Mr. Biffen

I am sure that my hon. Friend will be fair-minded enough to acknowledge that a balance of factors has to be assessed when choosing the time for the Second Reading of a Bill. My hon. Friend might be able to make his point at greater length during the Second Reading debate.

Mr. Allan Rogers (Rhondda)

Will the Leader of the House find time for us to discuss the wearing of Her Majesty's uniform by persons not entitled to do so, especially in view of the limited military experience of the Secretary of State for Defence?

Mr. Biffen

I am not in a position to do a comparative assessment of the military experience of my right hon. Friend and the hon. Member for Rhondda (Mr. Rogers), but I have noted his intriguing proposition.

Mrs. Edwina Currie (Derbyshire, South)

Has my right hon. Friend noticed that today marks the start of the electrification of the east coast line—the biggest British Rail development in 25 years, involving an expenditure of £300 million and the employment, mainly in the private sector, of about 3,000 people, including many from my constituency? Since this clearly shows that, despite their critics this Government do invest in and are interested in the infrastructure, can we please have another debate on the subject soon?

Mr. Biffen

I note with great approbation the record related by my hon. Friend. I cannot be forthcoming in promising additional parliamentary time for debating the topic, but with a modicum of ingenuity my hon. Friend might be able to comment further during the Second Reading of the Transport Bill.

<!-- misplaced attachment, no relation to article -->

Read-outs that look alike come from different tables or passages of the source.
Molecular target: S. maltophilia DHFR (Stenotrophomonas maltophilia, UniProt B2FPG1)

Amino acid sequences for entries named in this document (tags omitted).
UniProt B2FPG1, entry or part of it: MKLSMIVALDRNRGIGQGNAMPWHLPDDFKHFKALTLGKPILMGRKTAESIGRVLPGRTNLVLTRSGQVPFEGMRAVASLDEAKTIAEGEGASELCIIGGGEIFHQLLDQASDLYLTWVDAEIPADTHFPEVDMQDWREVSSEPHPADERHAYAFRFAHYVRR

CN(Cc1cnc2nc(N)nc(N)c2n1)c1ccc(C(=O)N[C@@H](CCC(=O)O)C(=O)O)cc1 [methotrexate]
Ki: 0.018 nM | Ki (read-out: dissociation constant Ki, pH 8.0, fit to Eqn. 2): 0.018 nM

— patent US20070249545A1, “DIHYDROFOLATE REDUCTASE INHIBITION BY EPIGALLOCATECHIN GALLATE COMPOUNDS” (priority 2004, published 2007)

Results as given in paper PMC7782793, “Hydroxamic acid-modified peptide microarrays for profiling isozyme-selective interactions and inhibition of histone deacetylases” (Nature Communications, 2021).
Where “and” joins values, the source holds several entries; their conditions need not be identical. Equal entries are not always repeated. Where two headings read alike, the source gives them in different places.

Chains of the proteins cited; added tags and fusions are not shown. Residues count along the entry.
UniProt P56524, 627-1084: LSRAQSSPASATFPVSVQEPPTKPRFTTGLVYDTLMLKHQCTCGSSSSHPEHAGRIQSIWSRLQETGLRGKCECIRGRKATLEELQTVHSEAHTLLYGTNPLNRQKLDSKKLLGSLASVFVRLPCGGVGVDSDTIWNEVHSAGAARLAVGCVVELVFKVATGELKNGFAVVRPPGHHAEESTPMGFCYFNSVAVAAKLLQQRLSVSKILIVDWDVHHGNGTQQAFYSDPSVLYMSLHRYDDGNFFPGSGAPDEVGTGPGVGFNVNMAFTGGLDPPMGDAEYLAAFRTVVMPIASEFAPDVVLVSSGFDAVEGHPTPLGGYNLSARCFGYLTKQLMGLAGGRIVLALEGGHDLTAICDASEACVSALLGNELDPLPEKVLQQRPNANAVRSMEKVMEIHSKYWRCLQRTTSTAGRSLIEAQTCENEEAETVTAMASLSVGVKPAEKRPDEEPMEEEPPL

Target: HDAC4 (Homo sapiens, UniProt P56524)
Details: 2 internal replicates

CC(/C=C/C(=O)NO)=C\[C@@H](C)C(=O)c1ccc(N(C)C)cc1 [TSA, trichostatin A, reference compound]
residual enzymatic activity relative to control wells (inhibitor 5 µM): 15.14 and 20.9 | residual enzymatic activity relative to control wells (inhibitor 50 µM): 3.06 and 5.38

Mr. Terry Davis (Birmingham, Hodge Hill)

Since the right hon. Gentleman seems to be blaming the Select Committee for the delay in arranging a debate on the public expenditure White Paper, will he have a word with the Chairman and ask him to get a move on?

Mr. Biffen

It is not true to assert that I implied that any blame should attach to the Select Committee.

Mr. Michael Latham (Rutland and Melton)

Before we have the debate, which my right hon. Friend half promised, on the regulations limiting the list of NHS drugs, may we have a statement explaining what will be on that list and, more seriously, what will not be on that list?

Mr. Biffen

I shall certainly convey that request to my right hon. Friend the Secretary of State so that he may consider it when assessing how best to proceed with the parliamentary handling of the matter.

Mr. Sidney Bidwell (Ealing, Southall)

May I refer the right hon. Gentleman again to the attitude taken by his two predecessors in relation to Select Committee work and again refer to the early-day motion on the Order Paper signed by members of the Select Committee asking for the presentation of the Transport Bill to be delayed until the Select Committee's report is completed? I raise the matter with the right hon. Gentleman as a matter of principle and so that he can ensure that this does not happen again—that is, if he attaches any importance to Select Committee work at all.

Will the right hon. Gentleman take on board the growing feeling that, when the Bill proceeds to Committee it should be dealt with under the new Special Standing Committee procedure? Is the right hon. Gentleman aware of the widespread concern about the Bill, which will cause the biggest upheaval in the bus industry for 50 years? Since there is anxiety across the political boundaries, does the right hon. Gentleman agree that the Bill should be considered under the new procedure so that evidence can be taken from interested parties?

Mr. Biffen